Meatal Advancement and Glanuloplasty (MAGPI) Procedure
Hypospadias reportedly occurs in about 1 in 125 male newborns (Sweet et al. 1974; Paulozzi et al. 1997). Recent evidence suggests that the incidence and severity of hypospadias has increased over the past 30 years (Paulozzi et al. 1997). This is thought to be a result of multiple factors, including exogenous hormone usage during gestation and environmental pollutants. About 50–70% of cases of hypospadias are classified as distal or anterior, when the meatus is located in a glanular, coronal or subcoronal location. In the past, surgical correction of these distal defects was not undertaken due to the morbidity involved with urethroplasties. It was considered that the minimal functional and cosmetic defects suffered did not warrant the potential complications of the corrective procedures. Improved surgical techniques and the increasing concern expressed by parents and older patients about appearance have changed prevailing attitudes in favor of surgical correction. Duckett, in 1981, described the meatal advancement and glanuloplasty or MAGPI procedure for the repair of distal hypospadias, renewing interest in this challenging endeavor. Since its initial description, the MAGPI operation has been performed worldwide in its original form as well as in multiple variations.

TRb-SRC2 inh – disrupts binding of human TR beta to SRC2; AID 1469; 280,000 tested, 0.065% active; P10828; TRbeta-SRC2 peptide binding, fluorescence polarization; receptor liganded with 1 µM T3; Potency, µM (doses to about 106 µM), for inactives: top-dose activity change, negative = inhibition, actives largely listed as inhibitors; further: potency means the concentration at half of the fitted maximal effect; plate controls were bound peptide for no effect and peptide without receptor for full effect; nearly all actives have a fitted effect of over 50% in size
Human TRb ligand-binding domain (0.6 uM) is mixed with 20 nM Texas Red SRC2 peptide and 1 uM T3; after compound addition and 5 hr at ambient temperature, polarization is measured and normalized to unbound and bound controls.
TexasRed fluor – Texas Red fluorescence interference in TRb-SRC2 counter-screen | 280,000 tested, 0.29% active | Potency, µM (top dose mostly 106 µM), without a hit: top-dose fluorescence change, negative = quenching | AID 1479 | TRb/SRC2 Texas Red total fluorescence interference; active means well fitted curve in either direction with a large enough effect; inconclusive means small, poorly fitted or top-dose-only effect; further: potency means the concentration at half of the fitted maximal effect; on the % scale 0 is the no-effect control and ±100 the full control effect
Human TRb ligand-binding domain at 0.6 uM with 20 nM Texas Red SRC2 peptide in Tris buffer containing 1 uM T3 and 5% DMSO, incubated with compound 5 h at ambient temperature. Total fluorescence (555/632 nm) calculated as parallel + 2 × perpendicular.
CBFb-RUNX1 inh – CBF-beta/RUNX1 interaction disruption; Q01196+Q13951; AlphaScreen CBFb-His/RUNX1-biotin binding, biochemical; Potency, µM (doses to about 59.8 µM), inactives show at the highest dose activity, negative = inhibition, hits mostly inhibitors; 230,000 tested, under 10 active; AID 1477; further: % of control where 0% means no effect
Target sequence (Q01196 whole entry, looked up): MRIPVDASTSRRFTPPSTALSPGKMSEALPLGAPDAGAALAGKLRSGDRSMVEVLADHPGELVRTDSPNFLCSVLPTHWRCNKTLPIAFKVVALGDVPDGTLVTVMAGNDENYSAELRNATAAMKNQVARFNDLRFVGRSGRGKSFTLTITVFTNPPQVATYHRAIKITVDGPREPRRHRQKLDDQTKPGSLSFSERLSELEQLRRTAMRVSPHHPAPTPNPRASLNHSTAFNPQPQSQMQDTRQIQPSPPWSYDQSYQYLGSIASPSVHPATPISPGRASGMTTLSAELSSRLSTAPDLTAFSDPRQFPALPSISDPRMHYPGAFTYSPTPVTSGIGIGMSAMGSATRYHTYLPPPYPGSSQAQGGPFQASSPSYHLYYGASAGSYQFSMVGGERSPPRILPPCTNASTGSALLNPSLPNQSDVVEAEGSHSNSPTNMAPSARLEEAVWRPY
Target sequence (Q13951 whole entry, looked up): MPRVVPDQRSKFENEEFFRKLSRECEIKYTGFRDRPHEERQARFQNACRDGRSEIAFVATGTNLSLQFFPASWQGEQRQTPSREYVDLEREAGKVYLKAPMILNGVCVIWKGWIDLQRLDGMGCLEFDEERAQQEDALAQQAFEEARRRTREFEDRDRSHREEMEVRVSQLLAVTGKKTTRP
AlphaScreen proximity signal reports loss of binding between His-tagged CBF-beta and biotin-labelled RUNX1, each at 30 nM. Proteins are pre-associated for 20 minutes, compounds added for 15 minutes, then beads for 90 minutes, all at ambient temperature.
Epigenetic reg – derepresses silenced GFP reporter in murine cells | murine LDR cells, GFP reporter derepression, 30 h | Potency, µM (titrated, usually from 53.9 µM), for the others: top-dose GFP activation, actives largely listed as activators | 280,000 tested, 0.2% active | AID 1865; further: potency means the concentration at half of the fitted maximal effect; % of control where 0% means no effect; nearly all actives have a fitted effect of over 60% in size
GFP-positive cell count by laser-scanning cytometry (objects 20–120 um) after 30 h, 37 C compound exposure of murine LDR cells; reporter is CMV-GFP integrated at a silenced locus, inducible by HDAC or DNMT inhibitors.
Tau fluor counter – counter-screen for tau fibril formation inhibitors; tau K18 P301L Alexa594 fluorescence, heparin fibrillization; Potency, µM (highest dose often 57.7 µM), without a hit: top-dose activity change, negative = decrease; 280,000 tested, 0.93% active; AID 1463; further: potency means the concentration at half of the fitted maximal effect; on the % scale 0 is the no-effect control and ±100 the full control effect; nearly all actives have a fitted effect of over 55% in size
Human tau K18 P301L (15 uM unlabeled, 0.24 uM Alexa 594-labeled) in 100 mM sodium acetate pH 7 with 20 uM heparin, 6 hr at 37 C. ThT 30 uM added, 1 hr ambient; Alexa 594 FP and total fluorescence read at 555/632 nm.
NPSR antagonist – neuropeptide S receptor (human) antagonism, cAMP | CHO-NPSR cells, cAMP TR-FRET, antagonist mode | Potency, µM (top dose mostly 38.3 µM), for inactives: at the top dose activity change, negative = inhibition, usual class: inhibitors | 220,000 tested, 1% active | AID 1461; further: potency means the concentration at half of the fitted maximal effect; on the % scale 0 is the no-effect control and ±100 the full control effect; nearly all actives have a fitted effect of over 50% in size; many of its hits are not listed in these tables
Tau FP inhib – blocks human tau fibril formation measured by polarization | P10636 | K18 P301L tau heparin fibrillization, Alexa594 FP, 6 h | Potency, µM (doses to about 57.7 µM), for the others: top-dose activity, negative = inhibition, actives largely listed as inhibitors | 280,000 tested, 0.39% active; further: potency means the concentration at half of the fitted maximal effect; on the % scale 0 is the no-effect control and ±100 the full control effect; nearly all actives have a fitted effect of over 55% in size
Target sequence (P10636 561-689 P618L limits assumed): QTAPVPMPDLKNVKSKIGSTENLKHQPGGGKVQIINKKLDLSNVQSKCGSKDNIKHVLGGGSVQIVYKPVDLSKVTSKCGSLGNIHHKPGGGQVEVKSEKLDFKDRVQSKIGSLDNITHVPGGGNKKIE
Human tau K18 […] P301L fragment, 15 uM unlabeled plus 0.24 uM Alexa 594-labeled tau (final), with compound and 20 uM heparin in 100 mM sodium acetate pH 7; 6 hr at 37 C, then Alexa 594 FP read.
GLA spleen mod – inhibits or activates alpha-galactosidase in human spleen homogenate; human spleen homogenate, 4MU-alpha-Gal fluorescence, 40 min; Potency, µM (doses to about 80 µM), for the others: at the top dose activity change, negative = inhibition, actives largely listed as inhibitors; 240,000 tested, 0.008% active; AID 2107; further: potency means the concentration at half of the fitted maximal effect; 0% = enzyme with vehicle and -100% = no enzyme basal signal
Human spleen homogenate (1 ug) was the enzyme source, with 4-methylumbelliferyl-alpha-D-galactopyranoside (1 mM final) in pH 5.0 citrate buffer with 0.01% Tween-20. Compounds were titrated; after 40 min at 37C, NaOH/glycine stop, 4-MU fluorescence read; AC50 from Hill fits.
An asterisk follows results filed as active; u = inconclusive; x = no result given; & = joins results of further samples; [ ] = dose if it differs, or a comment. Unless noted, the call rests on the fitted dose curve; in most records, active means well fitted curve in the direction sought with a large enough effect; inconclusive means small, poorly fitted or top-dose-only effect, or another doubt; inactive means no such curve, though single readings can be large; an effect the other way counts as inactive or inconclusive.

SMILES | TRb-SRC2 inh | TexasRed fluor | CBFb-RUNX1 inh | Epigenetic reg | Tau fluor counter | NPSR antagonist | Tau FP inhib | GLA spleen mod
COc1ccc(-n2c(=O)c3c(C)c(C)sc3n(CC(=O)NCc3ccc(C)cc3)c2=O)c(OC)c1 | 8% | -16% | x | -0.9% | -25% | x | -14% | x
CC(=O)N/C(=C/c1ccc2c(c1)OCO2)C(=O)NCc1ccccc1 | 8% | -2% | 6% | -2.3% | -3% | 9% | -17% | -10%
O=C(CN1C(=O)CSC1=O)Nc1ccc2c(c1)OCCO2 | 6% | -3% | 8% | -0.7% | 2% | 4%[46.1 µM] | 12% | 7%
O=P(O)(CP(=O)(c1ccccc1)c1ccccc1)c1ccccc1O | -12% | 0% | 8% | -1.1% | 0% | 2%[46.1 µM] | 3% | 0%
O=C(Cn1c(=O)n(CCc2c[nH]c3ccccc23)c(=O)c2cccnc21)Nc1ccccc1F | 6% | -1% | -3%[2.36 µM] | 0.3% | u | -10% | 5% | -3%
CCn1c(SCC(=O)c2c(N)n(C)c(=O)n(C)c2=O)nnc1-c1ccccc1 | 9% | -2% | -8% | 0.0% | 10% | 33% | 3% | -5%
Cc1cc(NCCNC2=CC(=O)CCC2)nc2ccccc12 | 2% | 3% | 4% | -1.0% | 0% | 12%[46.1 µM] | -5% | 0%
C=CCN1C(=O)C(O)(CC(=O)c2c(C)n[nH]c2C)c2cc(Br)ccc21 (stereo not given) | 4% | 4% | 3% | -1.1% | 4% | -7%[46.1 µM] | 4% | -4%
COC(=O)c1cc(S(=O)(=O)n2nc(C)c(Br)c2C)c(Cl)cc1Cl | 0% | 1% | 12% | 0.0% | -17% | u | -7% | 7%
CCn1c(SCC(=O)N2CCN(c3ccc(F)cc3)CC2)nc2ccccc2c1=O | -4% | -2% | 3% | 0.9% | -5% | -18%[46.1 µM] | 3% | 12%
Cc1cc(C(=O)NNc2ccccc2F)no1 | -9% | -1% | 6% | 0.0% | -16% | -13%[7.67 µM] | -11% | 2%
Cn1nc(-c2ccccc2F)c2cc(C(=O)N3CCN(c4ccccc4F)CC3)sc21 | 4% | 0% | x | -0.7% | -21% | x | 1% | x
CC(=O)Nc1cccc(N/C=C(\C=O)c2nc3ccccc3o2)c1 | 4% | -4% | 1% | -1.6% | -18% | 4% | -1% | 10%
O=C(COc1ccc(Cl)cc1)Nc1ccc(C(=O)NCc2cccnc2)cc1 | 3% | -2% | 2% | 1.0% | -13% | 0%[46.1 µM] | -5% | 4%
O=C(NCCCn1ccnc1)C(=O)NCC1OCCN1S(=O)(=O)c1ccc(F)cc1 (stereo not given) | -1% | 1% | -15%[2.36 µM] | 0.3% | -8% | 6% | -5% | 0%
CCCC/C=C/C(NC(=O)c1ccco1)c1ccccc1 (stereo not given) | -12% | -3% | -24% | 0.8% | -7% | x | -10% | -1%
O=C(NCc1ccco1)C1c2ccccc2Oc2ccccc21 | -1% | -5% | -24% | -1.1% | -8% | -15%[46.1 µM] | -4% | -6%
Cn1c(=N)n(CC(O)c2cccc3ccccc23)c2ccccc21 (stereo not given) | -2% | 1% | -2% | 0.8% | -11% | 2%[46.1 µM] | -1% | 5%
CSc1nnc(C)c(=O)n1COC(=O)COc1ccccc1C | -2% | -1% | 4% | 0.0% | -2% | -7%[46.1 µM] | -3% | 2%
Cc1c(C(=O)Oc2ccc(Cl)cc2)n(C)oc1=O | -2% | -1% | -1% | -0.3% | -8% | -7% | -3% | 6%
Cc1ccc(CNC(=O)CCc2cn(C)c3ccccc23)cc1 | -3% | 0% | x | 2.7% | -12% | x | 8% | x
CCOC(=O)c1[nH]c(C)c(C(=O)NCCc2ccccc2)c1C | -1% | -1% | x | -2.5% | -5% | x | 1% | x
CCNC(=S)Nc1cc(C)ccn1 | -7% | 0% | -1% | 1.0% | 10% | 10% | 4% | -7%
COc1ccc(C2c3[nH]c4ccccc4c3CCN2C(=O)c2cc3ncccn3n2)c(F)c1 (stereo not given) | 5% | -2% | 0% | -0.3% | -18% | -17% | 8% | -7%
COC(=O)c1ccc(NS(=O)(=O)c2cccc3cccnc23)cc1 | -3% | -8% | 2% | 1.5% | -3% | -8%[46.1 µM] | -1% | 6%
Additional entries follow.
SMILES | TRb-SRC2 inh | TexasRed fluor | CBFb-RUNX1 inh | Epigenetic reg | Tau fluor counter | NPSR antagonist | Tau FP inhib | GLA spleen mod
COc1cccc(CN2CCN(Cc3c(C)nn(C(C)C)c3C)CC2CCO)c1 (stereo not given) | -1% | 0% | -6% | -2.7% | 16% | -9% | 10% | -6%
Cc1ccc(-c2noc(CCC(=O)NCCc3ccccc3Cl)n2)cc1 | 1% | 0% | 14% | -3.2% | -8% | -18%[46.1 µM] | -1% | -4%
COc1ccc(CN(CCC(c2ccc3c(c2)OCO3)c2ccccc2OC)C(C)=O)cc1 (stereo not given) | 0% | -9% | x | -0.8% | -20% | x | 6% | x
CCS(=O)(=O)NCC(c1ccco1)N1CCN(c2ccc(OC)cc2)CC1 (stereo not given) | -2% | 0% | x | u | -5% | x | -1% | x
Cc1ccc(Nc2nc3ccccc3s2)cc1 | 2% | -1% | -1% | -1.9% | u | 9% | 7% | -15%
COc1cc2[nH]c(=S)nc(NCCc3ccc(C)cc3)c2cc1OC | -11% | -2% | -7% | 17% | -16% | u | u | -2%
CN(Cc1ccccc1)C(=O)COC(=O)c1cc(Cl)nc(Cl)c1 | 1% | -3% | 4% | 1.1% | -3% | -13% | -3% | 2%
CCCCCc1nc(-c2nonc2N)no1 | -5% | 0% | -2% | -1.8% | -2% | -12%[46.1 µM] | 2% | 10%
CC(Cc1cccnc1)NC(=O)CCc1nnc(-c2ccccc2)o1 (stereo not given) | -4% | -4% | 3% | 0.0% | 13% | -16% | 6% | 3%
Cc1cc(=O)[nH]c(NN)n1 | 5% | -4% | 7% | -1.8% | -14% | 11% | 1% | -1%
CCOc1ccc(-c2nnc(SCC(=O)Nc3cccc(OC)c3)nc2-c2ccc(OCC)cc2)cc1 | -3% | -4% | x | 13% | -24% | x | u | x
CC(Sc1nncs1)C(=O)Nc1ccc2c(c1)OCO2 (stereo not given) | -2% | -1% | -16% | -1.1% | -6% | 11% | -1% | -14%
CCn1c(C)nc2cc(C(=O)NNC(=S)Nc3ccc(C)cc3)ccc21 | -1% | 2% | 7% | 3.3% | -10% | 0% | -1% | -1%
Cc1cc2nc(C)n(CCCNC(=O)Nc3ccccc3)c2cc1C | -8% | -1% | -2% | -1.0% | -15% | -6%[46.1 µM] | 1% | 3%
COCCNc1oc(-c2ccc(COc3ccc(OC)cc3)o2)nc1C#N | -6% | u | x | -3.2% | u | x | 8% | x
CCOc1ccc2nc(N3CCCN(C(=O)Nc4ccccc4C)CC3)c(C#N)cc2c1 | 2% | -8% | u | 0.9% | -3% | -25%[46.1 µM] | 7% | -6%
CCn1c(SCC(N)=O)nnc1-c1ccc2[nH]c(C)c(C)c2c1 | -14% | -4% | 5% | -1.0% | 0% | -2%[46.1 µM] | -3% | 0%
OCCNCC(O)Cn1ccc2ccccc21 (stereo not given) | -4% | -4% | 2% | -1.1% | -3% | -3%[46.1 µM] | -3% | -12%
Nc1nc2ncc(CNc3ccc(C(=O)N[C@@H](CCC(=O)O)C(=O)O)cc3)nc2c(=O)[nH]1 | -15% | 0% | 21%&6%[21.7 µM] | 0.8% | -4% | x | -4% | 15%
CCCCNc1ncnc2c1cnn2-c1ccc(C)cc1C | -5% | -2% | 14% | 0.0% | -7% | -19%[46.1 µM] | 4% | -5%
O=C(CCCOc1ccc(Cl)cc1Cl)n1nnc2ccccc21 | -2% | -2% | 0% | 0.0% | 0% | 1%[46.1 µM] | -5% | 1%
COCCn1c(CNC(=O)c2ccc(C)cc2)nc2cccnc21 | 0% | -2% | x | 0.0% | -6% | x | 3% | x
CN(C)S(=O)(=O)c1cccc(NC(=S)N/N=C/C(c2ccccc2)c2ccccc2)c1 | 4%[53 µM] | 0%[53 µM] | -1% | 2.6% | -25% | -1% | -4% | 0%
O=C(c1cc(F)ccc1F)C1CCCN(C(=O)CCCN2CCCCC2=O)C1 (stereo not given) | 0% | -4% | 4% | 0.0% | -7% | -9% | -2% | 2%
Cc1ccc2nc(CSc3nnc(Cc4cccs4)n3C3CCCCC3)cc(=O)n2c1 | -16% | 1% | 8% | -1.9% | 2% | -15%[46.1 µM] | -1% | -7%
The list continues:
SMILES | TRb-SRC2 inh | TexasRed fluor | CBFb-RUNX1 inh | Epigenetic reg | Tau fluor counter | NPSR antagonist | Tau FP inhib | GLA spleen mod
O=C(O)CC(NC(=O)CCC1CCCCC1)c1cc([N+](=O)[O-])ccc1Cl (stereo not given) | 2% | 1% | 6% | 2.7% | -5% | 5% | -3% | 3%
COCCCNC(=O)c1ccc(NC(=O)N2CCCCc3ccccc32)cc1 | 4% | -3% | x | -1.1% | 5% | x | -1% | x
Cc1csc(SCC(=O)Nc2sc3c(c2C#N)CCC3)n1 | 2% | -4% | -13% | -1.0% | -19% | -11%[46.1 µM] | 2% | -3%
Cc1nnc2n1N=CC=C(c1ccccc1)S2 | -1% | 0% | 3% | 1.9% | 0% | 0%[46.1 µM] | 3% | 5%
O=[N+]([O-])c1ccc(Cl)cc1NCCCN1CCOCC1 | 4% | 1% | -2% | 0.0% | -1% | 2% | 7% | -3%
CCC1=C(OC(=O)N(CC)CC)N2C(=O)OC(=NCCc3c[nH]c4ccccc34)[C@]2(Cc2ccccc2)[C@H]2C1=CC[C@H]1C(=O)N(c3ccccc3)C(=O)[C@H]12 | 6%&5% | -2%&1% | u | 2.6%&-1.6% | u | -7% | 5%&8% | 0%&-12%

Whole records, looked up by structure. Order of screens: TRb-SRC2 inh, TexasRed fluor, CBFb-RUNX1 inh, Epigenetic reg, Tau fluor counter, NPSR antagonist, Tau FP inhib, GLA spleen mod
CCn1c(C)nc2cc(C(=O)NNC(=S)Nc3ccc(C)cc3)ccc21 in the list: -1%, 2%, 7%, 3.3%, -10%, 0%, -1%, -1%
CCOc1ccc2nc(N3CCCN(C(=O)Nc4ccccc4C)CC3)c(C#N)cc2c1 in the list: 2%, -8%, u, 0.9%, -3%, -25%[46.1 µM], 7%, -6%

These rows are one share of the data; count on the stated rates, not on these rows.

KeywordsMeatal Regression Urethral Meatus Hypospadias Repair Distal Defect Distal Urethra
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- Urethral Advancement, Glanuloplasty and Preputioplasty in Distal HypospadiasGoogle Scholar